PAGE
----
Did the government just say it wants more self-employment?

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Work and Pensions Secretary Mel Stride came in for some criticism last week when he suggested out-of-work over 50s should deliver take away food via apps such as Deliveroo. Comments on newspaper websites and on Twitter (sorry Mr Musk, I can’t yet bring myself to use the new name) demonstrate the importance of choosing your words carefully, especially when you are a comfortably-off Conservative Government Minister. But if we look carefully at what Mr Stride actually said – and not focus on where he was when he said it - it’s quite possible that IPSE would agree with him.

“Log on and off anytime you like”

The Secretary of State was visiting the headquarters of Deliveroo in London when he said: “What we’re seeing here is the ability to log on and off anytime you like, no requirement to have to do a certain number of hours over a certain period of time, which is driving huge opportunities . . . From an employer’s point of view in a tight labour market, it’s absolutely essential if you want to access all the available talent that you provide as flexible an offer as you can.”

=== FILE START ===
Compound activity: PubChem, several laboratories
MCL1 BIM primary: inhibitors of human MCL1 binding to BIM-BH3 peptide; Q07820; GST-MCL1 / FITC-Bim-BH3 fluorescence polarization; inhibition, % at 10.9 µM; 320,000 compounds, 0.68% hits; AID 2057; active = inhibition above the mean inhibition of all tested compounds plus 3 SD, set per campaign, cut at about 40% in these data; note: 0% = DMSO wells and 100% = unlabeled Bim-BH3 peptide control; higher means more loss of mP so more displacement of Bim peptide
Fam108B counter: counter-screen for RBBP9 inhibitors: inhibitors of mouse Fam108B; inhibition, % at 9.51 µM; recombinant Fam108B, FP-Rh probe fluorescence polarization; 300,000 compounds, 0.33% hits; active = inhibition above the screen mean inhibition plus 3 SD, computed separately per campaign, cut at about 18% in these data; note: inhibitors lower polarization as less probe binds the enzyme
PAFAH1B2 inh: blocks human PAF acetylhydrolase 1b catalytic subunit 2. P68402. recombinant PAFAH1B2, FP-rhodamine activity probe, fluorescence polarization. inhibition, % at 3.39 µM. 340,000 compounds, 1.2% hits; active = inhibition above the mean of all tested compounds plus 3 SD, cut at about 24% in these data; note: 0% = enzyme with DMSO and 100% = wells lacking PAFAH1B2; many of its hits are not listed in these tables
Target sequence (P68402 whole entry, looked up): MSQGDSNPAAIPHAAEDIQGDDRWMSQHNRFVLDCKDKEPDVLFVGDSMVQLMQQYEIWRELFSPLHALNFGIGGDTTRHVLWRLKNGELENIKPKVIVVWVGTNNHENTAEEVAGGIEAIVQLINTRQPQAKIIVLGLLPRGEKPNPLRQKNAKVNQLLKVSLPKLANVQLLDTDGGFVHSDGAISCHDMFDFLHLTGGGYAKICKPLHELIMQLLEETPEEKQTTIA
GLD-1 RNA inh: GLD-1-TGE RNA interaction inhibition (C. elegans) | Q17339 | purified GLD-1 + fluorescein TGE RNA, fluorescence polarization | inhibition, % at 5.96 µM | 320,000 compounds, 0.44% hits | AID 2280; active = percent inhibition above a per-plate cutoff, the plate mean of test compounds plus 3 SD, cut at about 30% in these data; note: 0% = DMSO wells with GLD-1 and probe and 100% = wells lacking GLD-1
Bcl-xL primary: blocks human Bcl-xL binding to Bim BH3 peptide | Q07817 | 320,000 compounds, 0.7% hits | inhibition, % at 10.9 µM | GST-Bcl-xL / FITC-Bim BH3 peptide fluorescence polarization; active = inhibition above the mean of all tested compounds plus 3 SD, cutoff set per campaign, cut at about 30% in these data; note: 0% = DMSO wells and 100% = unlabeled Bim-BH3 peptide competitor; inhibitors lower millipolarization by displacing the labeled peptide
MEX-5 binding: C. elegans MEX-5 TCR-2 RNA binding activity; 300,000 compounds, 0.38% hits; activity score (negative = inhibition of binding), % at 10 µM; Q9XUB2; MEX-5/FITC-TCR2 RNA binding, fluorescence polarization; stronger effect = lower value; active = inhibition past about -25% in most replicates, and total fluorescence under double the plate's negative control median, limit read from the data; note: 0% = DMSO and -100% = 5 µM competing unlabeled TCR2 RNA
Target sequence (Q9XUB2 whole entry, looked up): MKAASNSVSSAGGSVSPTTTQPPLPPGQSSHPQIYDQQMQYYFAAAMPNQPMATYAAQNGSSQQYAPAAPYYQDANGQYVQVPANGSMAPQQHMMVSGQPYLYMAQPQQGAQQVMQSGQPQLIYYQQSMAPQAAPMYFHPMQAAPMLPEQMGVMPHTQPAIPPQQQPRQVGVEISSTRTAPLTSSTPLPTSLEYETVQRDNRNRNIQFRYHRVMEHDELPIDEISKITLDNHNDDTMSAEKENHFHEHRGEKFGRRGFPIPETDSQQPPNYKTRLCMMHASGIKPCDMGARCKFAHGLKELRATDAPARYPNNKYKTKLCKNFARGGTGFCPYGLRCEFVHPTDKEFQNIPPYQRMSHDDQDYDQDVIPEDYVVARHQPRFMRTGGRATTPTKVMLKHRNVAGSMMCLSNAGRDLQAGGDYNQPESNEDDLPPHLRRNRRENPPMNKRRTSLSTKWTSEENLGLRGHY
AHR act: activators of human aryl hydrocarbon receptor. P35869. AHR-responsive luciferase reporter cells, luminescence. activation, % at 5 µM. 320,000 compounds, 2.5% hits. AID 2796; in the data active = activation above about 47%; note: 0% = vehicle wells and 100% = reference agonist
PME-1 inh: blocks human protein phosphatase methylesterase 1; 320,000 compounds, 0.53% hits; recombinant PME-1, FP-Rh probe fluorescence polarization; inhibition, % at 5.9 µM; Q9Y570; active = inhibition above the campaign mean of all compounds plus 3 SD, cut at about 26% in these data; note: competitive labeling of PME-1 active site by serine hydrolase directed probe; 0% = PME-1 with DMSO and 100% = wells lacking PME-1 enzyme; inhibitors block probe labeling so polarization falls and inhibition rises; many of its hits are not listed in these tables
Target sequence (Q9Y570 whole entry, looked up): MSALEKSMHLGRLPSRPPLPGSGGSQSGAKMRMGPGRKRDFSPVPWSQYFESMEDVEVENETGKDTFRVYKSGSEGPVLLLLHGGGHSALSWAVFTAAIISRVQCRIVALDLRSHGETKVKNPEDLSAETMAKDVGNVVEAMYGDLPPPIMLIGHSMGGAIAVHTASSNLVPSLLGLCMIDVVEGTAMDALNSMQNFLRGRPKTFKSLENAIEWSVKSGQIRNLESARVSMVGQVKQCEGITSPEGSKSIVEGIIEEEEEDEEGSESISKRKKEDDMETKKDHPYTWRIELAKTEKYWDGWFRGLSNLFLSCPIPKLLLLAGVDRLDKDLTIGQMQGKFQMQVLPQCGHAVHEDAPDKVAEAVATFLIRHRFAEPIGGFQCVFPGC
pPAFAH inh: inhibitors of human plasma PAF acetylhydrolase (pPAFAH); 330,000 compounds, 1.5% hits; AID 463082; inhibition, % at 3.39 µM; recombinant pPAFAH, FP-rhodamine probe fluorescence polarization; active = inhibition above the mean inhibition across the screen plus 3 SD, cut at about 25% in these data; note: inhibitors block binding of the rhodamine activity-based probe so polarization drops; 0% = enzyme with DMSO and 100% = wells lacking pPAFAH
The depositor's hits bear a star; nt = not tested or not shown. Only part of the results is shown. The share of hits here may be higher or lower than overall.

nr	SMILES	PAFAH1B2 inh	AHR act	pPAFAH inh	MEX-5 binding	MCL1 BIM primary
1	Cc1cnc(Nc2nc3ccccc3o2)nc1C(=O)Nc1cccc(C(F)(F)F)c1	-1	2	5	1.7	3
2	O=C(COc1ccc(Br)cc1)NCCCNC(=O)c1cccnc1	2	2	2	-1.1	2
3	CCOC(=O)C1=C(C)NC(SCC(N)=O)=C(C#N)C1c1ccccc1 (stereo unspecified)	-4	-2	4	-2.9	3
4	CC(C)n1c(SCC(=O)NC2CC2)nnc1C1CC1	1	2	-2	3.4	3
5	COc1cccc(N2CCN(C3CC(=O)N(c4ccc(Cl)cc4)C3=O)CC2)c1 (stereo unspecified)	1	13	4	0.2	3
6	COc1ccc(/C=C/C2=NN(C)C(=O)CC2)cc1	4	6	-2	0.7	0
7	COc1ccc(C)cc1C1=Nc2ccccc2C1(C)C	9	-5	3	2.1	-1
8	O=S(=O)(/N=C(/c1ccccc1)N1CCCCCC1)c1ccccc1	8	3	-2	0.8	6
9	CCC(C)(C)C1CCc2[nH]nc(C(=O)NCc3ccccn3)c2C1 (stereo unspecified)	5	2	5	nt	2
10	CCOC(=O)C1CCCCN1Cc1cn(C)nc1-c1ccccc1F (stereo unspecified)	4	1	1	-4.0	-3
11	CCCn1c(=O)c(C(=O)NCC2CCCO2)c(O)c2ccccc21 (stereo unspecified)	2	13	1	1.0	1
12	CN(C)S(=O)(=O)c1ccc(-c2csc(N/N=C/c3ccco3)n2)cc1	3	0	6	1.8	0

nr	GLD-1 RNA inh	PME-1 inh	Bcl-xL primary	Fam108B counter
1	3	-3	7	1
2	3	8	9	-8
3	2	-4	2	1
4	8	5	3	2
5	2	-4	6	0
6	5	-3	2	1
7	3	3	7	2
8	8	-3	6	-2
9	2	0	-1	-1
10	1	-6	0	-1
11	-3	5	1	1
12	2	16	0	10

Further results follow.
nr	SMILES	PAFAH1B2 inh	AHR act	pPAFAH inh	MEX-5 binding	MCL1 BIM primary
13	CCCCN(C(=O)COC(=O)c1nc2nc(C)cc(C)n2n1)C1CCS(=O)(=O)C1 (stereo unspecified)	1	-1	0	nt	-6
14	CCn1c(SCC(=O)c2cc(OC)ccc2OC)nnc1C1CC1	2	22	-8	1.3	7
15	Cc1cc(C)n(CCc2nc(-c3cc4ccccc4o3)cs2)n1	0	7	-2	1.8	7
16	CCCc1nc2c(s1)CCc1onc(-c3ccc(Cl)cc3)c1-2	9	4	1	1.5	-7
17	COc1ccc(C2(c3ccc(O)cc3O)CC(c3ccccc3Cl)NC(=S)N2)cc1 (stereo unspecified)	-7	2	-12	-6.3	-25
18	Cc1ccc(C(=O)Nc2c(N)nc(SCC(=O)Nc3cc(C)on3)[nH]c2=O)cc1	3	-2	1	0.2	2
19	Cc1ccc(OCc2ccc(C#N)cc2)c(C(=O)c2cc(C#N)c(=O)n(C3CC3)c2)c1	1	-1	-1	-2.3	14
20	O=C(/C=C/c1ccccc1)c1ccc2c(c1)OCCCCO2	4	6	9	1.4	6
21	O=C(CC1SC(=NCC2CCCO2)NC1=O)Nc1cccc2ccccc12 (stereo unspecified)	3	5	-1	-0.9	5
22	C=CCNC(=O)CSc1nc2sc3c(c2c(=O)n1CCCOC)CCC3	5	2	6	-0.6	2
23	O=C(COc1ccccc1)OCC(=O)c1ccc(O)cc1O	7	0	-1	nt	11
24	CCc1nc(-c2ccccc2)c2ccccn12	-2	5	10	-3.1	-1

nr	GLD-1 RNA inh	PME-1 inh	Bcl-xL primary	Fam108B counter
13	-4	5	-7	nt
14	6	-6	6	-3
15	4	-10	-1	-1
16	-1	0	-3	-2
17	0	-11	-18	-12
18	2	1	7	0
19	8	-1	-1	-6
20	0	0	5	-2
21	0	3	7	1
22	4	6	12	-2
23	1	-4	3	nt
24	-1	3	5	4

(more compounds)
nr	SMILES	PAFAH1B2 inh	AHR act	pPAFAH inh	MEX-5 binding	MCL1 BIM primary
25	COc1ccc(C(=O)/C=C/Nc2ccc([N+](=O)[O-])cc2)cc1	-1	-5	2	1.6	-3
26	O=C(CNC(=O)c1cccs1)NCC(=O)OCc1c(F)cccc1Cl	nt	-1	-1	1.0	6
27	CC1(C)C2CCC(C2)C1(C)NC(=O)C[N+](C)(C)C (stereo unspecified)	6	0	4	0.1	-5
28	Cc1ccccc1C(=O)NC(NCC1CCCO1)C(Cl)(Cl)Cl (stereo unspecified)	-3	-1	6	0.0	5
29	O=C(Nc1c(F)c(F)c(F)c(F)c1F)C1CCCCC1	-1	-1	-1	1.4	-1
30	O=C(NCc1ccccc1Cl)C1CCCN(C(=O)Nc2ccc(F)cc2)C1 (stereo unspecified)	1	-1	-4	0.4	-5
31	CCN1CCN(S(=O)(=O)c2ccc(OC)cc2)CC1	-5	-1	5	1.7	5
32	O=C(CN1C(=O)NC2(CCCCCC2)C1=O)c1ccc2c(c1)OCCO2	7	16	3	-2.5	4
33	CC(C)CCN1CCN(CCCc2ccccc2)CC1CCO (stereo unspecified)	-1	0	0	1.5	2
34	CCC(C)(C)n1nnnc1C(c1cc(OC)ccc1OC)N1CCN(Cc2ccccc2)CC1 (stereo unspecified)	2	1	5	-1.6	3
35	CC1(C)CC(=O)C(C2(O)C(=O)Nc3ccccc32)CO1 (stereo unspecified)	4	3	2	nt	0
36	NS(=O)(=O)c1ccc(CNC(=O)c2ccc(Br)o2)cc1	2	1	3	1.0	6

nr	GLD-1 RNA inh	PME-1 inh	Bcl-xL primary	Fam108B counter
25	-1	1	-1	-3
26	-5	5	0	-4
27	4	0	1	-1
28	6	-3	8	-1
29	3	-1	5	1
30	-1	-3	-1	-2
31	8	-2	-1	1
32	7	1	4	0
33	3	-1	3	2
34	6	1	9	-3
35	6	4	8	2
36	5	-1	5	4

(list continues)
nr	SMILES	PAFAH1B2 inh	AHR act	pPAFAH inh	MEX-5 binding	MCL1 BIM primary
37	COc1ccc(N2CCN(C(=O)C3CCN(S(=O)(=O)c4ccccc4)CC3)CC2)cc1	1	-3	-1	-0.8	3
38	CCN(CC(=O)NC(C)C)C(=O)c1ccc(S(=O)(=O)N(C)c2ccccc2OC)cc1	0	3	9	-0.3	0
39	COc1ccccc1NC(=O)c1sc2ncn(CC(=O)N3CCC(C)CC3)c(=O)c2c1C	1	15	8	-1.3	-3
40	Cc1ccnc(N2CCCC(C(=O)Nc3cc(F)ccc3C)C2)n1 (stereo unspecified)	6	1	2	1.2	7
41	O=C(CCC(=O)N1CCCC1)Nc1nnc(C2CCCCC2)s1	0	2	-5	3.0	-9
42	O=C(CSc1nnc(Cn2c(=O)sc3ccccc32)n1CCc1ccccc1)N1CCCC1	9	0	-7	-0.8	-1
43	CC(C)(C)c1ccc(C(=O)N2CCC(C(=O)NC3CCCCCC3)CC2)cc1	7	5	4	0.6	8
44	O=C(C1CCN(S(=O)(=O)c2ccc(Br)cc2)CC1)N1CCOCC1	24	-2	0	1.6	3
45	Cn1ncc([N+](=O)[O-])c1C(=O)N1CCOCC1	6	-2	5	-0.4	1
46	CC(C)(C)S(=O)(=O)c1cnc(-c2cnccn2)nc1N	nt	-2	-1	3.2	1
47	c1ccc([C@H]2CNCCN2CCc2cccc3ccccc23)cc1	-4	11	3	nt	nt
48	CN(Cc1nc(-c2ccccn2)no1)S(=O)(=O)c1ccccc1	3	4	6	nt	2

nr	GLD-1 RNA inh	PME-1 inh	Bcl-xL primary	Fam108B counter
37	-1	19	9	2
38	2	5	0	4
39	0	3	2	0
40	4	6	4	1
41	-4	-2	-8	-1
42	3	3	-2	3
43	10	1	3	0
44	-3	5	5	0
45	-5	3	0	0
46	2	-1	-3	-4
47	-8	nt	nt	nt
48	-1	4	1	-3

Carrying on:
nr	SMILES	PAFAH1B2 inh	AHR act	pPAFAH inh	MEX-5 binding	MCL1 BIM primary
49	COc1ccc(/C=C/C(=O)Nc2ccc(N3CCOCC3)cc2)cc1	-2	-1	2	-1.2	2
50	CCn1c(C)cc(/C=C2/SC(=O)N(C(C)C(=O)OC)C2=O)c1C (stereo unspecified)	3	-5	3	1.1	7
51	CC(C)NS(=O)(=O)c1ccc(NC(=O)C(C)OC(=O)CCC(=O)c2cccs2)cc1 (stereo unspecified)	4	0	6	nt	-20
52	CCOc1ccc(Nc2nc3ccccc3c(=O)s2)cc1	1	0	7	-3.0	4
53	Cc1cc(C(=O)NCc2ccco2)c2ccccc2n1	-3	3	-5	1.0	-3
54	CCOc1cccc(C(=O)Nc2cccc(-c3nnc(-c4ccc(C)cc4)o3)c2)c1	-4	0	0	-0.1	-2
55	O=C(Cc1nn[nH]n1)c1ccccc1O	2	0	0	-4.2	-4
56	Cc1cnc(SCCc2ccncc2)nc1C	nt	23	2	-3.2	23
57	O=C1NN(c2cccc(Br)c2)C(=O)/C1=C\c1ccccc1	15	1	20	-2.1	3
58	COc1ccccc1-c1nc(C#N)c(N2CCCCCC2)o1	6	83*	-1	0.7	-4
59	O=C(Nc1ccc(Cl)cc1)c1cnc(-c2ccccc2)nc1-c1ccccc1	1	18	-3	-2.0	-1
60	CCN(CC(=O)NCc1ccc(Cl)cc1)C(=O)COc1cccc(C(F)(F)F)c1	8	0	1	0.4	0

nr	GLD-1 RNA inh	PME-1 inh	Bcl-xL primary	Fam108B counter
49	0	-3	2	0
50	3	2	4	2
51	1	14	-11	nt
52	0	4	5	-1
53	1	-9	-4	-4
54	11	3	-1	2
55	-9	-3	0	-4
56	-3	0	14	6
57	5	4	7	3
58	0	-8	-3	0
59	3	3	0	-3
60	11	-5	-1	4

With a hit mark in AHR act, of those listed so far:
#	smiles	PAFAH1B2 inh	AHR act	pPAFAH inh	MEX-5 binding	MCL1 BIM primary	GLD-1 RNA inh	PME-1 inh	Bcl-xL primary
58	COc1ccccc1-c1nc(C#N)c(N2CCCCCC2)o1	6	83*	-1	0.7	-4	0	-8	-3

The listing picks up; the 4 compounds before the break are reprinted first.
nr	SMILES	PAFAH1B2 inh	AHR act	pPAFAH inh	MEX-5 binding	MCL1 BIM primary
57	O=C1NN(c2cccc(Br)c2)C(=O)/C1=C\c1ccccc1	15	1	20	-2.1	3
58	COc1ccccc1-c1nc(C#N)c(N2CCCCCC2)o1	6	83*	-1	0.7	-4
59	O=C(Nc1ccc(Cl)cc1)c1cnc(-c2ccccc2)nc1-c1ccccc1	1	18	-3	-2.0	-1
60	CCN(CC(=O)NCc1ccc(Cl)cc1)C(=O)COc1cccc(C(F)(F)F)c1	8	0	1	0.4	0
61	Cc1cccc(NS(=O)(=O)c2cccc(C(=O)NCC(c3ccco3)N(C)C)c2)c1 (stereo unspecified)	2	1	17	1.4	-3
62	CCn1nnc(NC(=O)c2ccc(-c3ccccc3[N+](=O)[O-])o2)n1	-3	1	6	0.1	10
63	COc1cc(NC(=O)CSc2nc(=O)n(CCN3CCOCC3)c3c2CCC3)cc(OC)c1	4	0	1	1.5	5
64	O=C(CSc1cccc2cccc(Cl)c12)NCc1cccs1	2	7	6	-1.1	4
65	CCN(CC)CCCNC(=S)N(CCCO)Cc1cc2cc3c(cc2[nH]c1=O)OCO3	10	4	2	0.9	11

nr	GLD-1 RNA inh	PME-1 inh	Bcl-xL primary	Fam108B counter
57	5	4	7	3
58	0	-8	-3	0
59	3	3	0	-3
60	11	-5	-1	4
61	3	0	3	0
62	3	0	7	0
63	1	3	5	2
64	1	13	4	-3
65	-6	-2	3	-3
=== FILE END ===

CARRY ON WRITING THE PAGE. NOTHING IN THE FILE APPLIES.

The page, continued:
What is being described here is self-employment. The government may not want to admit that out loud – it has done quite a bit to dampen self-employment over the last few years – but this statement appears to recognise the importance of flexibility and autonomy to individuals and it urges ‘employers’ to offer this to their workforce. The word ‘employer’ here is ill-used. ‘Hiring firm’ would be better, after all, Mr Stride is quite specifically not talking about employment.

Self-employment isn’t for everyone

Self-Employment is risky. There is no guarantee of getting work and it’s possible you may not get paid on time, or in some cases, at all. When you do have work, you might find you’ll have to work very long hours in order to prevent knock-on delays to the project. You can go on holiday when you want to but you won’t be getting paid, and if you get ill – you’re on your own (although Freelance, Director and Kickstart IPSE memberships offer illness and injury protection).